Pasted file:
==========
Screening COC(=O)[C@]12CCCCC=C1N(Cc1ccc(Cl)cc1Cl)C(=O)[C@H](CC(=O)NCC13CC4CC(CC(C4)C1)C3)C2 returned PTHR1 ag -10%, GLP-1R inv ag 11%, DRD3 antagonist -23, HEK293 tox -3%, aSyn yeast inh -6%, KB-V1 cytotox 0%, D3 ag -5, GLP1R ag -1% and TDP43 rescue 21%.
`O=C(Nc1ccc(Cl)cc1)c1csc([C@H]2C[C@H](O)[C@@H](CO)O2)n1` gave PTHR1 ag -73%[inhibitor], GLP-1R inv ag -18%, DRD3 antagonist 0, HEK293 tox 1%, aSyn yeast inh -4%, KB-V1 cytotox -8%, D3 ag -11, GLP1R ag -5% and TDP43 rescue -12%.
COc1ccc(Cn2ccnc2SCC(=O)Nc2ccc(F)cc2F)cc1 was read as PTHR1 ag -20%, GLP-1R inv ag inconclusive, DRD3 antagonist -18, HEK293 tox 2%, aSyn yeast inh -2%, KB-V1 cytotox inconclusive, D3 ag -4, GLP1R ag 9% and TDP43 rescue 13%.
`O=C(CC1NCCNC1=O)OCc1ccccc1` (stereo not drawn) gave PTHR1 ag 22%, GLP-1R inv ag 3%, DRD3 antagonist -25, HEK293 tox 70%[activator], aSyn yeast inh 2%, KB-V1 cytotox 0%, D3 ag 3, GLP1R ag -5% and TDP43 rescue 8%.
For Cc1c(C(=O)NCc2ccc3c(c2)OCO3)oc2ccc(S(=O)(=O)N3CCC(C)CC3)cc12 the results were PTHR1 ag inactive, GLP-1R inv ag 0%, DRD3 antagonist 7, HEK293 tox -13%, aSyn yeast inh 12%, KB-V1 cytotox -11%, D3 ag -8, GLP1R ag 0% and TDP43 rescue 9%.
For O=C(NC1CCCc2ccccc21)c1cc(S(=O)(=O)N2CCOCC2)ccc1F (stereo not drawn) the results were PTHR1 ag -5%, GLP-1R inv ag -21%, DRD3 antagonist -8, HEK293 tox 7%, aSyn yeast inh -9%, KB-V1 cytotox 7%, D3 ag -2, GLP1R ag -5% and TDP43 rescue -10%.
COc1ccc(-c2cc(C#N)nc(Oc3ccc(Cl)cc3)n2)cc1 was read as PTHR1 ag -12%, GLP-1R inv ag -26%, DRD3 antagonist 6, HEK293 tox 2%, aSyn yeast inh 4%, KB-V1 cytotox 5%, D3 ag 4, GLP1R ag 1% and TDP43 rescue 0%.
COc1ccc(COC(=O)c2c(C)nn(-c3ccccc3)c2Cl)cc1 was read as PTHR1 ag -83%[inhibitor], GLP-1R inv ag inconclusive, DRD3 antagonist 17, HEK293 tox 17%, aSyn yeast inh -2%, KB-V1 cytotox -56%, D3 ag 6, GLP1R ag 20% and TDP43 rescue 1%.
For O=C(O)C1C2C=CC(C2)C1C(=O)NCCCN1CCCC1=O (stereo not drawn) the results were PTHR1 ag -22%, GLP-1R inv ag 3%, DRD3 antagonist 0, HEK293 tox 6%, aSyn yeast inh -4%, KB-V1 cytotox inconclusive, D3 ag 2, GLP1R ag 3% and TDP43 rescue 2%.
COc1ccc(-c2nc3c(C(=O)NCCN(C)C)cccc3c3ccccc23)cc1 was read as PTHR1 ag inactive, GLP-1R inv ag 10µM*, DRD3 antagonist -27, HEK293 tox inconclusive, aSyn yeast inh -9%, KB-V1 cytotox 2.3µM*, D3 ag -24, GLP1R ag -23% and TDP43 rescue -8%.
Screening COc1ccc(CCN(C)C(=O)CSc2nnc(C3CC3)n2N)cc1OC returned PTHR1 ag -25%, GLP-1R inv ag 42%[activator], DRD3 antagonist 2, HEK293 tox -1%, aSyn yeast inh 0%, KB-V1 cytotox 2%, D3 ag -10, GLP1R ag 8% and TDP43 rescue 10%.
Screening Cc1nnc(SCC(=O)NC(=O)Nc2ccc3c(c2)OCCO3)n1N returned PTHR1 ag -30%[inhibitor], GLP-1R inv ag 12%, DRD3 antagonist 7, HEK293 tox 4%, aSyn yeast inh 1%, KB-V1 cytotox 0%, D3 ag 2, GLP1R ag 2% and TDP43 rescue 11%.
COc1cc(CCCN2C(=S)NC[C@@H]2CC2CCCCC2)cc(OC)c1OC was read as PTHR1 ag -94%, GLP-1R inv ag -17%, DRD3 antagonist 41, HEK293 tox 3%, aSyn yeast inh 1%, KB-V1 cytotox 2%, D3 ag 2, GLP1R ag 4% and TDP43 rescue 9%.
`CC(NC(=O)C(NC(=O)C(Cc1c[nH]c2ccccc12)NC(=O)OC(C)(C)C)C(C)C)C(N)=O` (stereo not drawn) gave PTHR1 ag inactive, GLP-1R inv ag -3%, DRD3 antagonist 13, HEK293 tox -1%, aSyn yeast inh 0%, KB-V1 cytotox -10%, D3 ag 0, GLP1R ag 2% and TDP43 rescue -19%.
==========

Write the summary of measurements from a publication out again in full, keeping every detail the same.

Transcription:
Screening COC(=O)[C@]12CCCCC=C1N(Cc1ccc(Cl)cc1Cl)C(=O)[C@H](CC(=O)NCC13CC4CC(CC(C4)C1)C3)C2 returned PTHR1 ag -10%, GLP-1R inv ag 11%, DRD3 antagonist -23, HEK293 tox -3%, aSyn yeast inh -6%, KB-V1 cytotox 0%, D3 ag -5, GLP1R ag -1% and TDP43 rescue 21%.
`O=C(Nc1ccc(Cl)cc1)c1csc([C@H]2C[C@H](O)[C@@H](CO)O2)n1` gave PTHR1 ag -73%[inhibitor], GLP-1R inv ag -18%, DRD3 antagonist 0, HEK293 tox 1%, aSyn yeast inh -4%, KB-V1 cytotox -8%, D3 ag -11, GLP1R ag -5% and TDP43 rescue -12%.
COc1ccc(Cn2ccnc2SCC(=O)Nc2ccc(F)cc2F)cc1 was read as PTHR1 ag -20%, GLP-1R inv ag inconclusive, DRD3 antagonist -18, HEK293 tox 2%, aSyn yeast inh -2%, KB-V1 cytotox inconclusive, D3 ag -4, GLP1R ag 9% and TDP43 rescue 13%.
`O=C(CC1NCCNC1=O)OCc1ccccc1` (stereo not drawn) gave PTHR1 ag 22%, GLP-1R inv ag 3%, DRD3 antagonist -25, HEK293 tox 70%[activator], aSyn yeast inh 2%, KB-V1 cytotox 0%, D3 ag 3, GLP1R ag -5% and TDP43 rescue 8%.
For Cc1c(C(=O)NCc2ccc3c(c2)OCO3)oc2ccc(S(=O)(=O)N3CCC(C)CC3)cc12 the results were PTHR1 ag inactive, GLP-1R inv ag 0%, DRD3 antagonist 7, HEK293 tox -13%, aSyn yeast inh 12%, KB-V1 cytotox -11%, D3 ag -8, GLP1R ag 0% and TDP43 rescue 9%.
For O=C(NC1CCCc2ccccc21)c1cc(S(=O)(=O)N2CCOCC2)ccc1F (stereo not drawn) the results were PTHR1 ag -5%, GLP-1R inv ag -21%, DRD3 antagonist -8, HEK293 tox 7%, aSyn yeast inh -9%, KB-V1 cytotox 7%, D3 ag -2, GLP1R ag -5% and TDP43 rescue -10%.
COc1ccc(-c2cc(C#N)nc(Oc3ccc(Cl)cc3)n2)cc1 was read as PTHR1 ag -12%, GLP-1R inv ag -26%, DRD3 antagonist 6, HEK293 tox 2%, aSyn yeast inh 4%, KB-V1 cytotox 5%, D3 ag 4, GLP1R ag 1% and TDP43 rescue 0%.
COc1ccc(COC(=O)c2c(C)nn(-c3ccccc3)c2Cl)cc1 was read as PTHR1 ag -83%[inhibitor], GLP-1R inv ag inconclusive, DRD3 antagonist 17, HEK293 tox 17%, aSyn yeast inh -2%, KB-V1 cytotox -56%, D3 ag 6, GLP1R ag 20% and TDP43 rescue 1%.
For O=C(O)C1C2C=CC(C2)C1C(=O)NCCCN1CCCC1=O (stereo not drawn) the results were PTHR1 ag -22%, GLP-1R inv ag 3%, DRD3 antagonist 0, HEK293 tox 6%, aSyn yeast inh -4%, KB-V1 cytotox inconclusive, D3 ag 2, GLP1R ag 3% and TDP43 rescue 2%.
COc1ccc(-c2nc3c(C(=O)NCCN(C)C)cccc3c3ccccc23)cc1 was read as PTHR1 ag inactive, GLP-1R inv ag 10µM*, DRD3 antagonist -27, HEK293 tox inconclusive, aSyn yeast inh -9%, KB-V1 cytotox 2.3µM*, D3 ag -24, GLP1R ag -23% and TDP43 rescue -8%.
Screening COc1ccc(CCN(C)C(=O)CSc2nnc(C3CC3)n2N)cc1OC returned PTHR1 ag -25%, GLP-1R inv ag 42%[activator], DRD3 antagonist 2, HEK293 tox -1%, aSyn yeast inh 0%, KB-V1 cytotox 2%, D3 ag -10, GLP1R ag 8% and TDP43 rescue 10%.
Screening Cc1nnc(SCC(=O)NC(=O)Nc2ccc3c(c2)OCCO3)n1N returned PTHR1 ag -30%[inhibitor], GLP-1R inv ag 12%, DRD3 antagonist 7, HEK293 tox 4%, aSyn yeast inh 1%, KB-V1 cytotox 0%, D3 ag 2, GLP1R ag 2% and TDP43 rescue 11%.
COc1cc(CCCN2C(=S)NC[C@@H]2CC2CCCCC2)cc(OC)c1OC was read as PTHR1 ag -94%, GLP-1R inv ag -17%, DRD3 antagonist 41, HEK293 tox 3%, aSyn yeast inh 1%, KB-V1 cytotox 2%, D3 ag 2, GLP1R ag 4% and TDP43 rescue 9%.
`CC(NC(=O)C(NC(=O)C(Cc1c[nH]c2ccccc12)NC(=O)OC(C)(C)C)C(C)C)C(N)=O` (stereo not drawn) gave PTHR1 ag inactive, GLP-1R inv ag -3%, DRD3 antagonist 13, HEK293 tox -1%, aSyn yeast inh 0%, KB-V1 cytotox -10%, D3 ag 0, GLP1R ag 2% and TDP43 rescue -19%.